Settings and Design: It is a single-blinded study where histological assessment of fixation was done to assert if the tissues procured were sufficient or insufficient for the clinical diagnosis with/without any problems.
Subjects and Methods: Forty soft-tissue specimens obtained from 2 goat tongue were used. Tissues each were directly immersed in local anesthesia, DW, NS solution and formalin for 12 and 24 h each and labeled as Group I and Group II, respectively. The sections were evaluated for staining quality and were subjected to statistical analysis.
Statistical Analysis Used: Kruskal–Wallis test was employed to assess the differences in histological quality scores. Comparison between the tissues of the two groups was estimated with Mann–Whitney U-test. Kappa Statistic was used to measure the interobserver variation.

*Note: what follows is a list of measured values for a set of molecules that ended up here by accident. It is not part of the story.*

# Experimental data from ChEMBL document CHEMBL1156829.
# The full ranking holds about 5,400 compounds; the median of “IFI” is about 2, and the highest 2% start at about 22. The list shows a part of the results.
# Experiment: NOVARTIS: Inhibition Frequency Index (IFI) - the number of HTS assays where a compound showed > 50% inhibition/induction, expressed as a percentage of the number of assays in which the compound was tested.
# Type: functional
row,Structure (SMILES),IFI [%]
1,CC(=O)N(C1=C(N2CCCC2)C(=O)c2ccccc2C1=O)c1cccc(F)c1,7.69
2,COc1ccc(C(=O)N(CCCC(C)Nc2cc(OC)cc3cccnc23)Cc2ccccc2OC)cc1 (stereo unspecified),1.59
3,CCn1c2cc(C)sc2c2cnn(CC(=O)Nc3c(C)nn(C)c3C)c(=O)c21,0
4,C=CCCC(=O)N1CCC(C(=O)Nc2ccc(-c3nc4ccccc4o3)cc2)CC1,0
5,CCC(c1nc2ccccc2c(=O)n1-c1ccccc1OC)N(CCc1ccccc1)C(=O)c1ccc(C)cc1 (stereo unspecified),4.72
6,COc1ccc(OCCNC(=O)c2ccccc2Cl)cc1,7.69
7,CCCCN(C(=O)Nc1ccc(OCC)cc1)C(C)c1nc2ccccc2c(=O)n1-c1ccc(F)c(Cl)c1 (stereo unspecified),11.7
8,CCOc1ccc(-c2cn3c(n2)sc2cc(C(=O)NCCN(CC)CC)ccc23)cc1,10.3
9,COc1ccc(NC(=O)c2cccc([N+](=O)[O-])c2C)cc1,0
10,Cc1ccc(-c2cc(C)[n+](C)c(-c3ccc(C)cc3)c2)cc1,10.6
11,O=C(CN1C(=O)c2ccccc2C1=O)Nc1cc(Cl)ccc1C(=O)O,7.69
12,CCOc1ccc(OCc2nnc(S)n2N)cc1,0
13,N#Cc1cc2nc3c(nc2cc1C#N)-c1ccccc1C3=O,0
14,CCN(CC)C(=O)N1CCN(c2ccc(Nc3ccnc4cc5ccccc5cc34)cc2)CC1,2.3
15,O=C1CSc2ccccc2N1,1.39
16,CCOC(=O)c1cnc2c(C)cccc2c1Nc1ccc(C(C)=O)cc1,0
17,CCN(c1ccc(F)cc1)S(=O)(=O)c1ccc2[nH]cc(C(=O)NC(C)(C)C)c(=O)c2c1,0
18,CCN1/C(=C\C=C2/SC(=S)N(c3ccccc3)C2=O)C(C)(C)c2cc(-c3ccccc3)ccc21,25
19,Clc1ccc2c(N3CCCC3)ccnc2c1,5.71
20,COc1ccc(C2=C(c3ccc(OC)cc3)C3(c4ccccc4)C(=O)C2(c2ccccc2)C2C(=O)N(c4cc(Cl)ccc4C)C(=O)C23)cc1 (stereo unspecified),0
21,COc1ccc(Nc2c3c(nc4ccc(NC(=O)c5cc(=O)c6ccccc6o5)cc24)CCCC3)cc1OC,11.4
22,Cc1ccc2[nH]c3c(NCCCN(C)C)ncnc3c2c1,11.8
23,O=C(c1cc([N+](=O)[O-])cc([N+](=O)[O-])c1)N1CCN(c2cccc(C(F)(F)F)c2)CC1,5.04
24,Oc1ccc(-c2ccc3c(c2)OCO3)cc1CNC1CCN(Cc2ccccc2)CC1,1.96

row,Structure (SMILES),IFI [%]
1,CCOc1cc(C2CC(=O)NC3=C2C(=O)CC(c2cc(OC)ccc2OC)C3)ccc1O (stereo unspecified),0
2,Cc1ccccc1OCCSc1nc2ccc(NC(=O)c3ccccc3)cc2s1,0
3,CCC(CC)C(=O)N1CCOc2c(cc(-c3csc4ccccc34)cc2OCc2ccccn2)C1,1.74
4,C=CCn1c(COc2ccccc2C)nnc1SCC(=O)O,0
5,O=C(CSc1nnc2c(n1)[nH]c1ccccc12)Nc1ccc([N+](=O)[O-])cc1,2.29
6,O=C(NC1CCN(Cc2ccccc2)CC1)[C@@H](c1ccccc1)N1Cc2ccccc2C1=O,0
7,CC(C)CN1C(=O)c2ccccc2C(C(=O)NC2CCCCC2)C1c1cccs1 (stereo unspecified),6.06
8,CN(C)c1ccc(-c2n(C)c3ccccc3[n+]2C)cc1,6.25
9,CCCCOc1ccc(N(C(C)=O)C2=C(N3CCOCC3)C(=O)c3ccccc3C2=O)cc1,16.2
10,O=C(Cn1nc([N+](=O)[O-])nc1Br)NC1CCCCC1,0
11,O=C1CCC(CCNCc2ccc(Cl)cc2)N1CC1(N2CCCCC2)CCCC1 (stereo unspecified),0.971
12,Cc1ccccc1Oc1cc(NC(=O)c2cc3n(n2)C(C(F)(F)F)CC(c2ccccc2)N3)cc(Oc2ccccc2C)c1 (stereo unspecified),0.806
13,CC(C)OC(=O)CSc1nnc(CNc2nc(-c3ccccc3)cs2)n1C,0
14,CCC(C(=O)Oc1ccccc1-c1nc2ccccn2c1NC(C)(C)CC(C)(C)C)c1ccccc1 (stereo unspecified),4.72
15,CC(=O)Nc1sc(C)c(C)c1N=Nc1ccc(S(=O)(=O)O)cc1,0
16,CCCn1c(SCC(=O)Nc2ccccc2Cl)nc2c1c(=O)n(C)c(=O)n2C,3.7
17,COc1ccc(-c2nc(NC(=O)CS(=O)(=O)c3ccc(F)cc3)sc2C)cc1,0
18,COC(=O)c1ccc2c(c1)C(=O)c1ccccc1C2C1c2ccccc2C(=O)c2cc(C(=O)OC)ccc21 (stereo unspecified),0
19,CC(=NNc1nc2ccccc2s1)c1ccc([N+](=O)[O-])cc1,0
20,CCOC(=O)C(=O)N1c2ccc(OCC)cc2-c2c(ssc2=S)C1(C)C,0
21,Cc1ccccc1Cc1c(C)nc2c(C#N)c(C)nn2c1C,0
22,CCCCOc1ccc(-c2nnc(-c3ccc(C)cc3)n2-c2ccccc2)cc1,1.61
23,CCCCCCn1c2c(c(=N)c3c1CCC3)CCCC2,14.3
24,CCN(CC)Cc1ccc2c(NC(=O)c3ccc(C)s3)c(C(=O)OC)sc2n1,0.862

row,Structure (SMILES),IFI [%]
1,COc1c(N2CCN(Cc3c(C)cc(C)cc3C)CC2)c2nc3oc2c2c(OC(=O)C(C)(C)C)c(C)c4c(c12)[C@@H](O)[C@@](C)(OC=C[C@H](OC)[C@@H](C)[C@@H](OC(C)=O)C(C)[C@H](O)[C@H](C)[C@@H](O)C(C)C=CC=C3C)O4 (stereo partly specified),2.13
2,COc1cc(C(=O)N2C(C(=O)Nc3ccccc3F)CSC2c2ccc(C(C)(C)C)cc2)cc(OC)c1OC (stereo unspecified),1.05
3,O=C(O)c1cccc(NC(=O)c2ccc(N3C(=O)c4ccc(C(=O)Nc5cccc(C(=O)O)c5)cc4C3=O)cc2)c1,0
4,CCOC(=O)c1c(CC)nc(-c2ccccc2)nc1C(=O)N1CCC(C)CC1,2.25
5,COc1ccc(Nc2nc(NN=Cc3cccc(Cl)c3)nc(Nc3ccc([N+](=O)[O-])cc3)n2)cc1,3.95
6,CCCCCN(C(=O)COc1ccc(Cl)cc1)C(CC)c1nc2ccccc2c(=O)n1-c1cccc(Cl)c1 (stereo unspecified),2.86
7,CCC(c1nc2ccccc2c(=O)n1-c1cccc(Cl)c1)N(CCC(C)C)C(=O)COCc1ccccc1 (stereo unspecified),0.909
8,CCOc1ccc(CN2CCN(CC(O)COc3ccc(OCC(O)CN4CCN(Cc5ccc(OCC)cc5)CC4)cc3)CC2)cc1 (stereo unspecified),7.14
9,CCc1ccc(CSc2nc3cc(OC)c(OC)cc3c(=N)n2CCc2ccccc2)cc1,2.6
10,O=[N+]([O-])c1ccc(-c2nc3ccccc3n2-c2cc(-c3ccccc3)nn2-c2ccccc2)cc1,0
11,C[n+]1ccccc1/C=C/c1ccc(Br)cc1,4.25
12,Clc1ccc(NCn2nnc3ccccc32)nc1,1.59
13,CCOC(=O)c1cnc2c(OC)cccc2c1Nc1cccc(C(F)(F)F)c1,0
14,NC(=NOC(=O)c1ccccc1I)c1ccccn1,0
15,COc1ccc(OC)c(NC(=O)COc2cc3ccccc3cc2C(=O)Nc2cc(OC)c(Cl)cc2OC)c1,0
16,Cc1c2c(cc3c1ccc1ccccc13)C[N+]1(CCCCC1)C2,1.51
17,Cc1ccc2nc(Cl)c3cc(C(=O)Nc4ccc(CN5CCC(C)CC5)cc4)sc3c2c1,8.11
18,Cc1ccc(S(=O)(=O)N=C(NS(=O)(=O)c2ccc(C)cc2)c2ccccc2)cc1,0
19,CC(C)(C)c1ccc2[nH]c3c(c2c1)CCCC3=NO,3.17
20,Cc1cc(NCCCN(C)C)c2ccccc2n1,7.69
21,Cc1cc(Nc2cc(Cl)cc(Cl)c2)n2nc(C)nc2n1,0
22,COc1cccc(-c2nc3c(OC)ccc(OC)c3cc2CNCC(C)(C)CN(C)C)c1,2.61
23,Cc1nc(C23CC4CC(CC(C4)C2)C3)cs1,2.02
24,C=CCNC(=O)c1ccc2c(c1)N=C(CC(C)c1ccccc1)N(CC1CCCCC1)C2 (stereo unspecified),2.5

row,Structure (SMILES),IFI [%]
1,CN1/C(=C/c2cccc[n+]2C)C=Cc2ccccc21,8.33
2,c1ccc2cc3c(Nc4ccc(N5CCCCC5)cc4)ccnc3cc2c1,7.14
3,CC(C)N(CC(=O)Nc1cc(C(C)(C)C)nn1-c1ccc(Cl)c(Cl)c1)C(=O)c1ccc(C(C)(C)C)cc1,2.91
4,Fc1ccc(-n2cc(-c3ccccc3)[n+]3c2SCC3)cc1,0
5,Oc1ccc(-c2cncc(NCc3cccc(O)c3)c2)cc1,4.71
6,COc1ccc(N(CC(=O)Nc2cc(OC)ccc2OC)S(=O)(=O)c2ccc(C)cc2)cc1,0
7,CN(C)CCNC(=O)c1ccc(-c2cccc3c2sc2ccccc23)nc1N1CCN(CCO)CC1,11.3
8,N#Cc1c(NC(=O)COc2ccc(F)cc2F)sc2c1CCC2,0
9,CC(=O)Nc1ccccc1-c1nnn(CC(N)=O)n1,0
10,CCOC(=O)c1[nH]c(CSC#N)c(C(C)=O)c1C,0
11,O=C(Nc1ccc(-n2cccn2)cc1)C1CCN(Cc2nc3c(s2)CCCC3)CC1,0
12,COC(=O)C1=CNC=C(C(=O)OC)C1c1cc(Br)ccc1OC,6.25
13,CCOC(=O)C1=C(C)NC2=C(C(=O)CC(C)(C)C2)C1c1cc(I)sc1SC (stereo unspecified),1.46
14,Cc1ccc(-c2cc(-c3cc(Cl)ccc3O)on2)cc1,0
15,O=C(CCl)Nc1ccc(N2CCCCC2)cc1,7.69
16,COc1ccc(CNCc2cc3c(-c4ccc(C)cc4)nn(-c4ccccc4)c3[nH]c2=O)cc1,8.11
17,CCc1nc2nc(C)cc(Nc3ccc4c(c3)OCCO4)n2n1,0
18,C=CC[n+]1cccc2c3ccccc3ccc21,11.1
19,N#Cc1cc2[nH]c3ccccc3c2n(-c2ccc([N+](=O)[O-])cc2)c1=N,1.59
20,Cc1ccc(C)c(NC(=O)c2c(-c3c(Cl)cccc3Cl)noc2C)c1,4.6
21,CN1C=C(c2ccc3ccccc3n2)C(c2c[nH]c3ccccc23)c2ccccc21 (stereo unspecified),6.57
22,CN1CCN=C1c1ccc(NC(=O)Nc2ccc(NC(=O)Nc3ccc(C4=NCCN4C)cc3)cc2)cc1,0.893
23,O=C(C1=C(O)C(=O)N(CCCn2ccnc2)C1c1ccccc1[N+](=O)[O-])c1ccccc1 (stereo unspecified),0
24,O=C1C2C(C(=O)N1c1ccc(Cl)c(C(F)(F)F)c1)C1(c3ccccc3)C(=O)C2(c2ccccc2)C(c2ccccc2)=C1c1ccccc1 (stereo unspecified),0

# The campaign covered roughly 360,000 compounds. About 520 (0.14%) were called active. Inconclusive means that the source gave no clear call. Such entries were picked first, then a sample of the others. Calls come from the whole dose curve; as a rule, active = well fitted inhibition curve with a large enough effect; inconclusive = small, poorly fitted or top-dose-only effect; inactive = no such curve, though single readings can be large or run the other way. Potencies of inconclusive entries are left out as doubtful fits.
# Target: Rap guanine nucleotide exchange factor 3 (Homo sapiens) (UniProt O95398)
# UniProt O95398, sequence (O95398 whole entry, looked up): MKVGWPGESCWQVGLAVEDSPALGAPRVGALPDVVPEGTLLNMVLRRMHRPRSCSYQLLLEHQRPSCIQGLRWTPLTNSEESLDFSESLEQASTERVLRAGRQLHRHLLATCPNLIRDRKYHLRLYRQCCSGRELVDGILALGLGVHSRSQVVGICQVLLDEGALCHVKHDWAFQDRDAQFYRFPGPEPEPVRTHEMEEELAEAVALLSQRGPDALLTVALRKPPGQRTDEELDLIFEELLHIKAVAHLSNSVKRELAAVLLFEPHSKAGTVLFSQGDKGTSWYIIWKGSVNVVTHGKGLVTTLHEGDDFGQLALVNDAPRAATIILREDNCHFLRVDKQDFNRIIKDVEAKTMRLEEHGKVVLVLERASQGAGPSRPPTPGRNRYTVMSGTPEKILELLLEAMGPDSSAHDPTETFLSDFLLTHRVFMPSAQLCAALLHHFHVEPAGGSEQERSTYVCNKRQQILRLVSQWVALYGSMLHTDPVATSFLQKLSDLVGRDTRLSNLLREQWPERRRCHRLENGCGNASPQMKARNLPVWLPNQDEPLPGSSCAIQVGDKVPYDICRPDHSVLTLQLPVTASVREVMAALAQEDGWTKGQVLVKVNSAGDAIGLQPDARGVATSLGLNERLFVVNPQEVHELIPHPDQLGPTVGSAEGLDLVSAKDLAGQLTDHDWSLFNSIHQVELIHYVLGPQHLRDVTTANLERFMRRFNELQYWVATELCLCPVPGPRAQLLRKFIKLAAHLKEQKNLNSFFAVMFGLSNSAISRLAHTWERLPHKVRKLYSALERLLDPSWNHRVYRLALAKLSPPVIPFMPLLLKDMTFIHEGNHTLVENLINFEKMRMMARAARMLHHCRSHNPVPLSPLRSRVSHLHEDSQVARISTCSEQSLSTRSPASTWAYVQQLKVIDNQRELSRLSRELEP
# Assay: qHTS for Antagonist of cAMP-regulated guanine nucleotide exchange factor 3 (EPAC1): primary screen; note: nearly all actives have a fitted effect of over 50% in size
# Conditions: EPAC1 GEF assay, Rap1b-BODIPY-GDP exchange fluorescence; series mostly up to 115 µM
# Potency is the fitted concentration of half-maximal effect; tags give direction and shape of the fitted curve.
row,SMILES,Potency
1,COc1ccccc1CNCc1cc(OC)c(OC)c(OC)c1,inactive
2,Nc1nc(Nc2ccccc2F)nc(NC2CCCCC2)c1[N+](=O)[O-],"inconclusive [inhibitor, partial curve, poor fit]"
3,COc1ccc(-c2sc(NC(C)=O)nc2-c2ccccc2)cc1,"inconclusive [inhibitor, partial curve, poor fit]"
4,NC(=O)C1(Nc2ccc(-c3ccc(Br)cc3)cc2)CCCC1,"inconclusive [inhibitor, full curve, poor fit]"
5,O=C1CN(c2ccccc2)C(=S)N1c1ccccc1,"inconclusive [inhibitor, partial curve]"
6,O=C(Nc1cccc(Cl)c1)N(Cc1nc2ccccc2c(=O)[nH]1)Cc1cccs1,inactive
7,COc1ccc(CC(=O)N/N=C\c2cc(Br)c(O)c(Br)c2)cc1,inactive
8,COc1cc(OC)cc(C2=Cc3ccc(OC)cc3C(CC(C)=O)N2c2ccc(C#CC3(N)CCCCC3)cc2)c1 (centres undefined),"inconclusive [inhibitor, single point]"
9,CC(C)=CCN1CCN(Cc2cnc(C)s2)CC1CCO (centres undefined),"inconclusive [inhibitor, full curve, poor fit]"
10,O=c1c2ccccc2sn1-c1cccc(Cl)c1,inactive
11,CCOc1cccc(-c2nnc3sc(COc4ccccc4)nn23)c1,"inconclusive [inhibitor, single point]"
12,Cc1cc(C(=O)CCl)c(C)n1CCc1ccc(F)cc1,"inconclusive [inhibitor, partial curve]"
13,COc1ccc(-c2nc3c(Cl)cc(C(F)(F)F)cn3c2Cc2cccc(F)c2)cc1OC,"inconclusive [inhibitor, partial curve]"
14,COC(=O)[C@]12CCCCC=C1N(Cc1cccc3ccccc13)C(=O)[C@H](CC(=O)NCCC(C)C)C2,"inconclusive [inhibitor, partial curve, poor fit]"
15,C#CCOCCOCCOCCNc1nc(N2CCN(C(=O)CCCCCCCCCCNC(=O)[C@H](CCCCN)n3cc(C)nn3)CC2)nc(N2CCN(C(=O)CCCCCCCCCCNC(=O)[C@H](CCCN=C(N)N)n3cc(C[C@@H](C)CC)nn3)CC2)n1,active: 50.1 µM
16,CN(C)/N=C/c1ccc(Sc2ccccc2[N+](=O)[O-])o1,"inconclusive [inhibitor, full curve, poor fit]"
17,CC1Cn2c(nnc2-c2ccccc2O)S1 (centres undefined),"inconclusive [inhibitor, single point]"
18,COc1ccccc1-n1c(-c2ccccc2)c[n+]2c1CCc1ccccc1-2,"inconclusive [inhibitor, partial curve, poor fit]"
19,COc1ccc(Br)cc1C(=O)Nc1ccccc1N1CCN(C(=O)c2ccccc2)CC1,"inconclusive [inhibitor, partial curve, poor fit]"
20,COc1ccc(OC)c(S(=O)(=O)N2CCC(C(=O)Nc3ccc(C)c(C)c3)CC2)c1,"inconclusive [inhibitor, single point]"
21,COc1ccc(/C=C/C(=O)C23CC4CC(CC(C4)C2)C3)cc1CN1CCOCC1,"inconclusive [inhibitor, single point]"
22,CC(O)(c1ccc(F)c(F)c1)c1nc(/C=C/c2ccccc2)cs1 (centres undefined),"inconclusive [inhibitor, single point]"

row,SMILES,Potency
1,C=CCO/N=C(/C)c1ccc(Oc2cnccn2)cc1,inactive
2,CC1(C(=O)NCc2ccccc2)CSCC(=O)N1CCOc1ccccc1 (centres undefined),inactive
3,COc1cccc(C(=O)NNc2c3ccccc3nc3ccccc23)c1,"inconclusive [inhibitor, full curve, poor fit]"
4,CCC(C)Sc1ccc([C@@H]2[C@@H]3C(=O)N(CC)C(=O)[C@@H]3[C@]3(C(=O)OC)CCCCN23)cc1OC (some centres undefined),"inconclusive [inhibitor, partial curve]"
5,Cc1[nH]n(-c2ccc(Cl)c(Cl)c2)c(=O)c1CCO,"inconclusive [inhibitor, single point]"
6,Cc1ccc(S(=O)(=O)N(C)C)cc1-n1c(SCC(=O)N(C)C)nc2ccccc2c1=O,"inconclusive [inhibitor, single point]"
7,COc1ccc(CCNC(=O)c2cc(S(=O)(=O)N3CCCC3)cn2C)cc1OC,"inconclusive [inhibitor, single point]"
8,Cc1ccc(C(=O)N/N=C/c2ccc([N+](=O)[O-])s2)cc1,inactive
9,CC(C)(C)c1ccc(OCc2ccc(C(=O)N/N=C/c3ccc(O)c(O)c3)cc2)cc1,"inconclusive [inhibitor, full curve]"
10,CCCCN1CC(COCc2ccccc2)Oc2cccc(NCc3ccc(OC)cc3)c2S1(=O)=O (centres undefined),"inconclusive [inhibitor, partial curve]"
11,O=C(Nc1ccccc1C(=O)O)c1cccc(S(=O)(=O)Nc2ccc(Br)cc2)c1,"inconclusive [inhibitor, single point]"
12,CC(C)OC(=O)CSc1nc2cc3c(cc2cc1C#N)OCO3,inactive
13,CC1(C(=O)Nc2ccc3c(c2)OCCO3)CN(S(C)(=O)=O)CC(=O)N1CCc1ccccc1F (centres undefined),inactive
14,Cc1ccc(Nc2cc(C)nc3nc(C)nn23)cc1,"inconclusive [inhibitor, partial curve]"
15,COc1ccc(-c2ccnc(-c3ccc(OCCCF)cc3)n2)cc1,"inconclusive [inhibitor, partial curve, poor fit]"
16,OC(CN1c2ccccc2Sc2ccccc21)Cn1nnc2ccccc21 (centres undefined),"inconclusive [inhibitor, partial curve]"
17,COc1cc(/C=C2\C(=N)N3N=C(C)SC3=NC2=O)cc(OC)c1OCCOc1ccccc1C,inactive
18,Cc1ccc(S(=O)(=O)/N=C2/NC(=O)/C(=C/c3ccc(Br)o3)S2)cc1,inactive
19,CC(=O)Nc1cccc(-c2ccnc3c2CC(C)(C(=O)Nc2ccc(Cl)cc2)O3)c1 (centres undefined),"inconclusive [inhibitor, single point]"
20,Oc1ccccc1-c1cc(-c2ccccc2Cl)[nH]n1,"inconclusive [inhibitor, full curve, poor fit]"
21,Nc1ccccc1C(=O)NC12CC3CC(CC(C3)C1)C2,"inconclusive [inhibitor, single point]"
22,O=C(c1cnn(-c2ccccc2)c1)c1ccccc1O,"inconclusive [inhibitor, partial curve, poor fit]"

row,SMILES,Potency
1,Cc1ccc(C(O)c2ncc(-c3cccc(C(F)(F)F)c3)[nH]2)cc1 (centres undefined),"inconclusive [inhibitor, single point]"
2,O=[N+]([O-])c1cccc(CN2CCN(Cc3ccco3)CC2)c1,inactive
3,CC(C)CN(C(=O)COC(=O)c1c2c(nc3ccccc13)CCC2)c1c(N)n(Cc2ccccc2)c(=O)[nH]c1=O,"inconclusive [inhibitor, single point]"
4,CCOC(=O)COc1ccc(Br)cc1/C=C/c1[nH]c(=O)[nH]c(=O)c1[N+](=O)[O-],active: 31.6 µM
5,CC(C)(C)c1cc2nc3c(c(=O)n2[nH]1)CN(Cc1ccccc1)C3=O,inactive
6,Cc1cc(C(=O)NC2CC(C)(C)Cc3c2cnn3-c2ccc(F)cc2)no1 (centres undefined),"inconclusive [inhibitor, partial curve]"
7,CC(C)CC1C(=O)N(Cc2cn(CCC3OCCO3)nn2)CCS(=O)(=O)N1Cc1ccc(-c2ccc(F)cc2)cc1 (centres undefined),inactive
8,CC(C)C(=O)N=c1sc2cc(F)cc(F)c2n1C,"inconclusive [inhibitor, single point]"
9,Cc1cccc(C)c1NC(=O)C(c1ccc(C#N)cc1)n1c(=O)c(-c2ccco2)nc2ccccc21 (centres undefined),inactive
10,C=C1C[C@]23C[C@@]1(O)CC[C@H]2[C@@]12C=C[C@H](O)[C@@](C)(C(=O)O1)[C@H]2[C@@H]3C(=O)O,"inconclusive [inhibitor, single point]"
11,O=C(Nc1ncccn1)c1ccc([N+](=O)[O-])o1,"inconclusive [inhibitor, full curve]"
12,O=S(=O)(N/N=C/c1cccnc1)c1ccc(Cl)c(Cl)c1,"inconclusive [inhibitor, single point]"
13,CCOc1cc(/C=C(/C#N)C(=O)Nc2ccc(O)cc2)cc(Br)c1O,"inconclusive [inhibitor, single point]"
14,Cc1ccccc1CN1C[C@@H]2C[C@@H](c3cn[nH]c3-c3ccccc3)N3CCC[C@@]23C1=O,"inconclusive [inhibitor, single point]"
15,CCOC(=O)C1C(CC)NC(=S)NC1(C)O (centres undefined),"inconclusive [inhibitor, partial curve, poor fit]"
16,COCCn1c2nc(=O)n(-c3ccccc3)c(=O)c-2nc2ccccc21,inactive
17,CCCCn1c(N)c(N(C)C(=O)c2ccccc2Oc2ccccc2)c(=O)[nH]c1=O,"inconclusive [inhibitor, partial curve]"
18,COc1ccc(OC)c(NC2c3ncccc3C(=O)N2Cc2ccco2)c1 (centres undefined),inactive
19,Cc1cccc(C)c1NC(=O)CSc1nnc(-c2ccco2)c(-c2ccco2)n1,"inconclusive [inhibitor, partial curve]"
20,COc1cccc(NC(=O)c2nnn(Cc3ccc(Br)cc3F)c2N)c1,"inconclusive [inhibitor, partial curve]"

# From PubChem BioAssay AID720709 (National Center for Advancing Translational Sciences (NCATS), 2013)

Results: There was a significant difference (P ≤ 0.05) in the efficacy of all the three emergency fixatives.
Conclusions: On the basis of the results obtained, local anesthetic solution can be used as an emergency fixative.

Keywords: 10% neutral-buffered formalin, distilled water, emergency fixatives, local anesthetic solution, normal saline

How to cite this article:
Kasetty S, Dwivedi D, Ragavendra T R, Kallianpur S, Gupta S, Prabhakar N. Comparison of efficacy of local anesthetic solution, distilled water and normal saline as emergency fixatives. J Oral Maxillofac Pathol 2018;22:283

How to cite this URL:
Kasetty S, Dwivedi D, Ragavendra T R, Kallianpur S, Gupta S, Prabhakar N. Comparison of efficacy of local anesthetic solution, distilled water and normal saline as emergency fixatives. J Oral Maxillofac Pathol [serial online] 2018 [cited 2020 Feb 21];22:283. Available from: http://www.jomfp.in/text.asp?2018/22/2/283/238281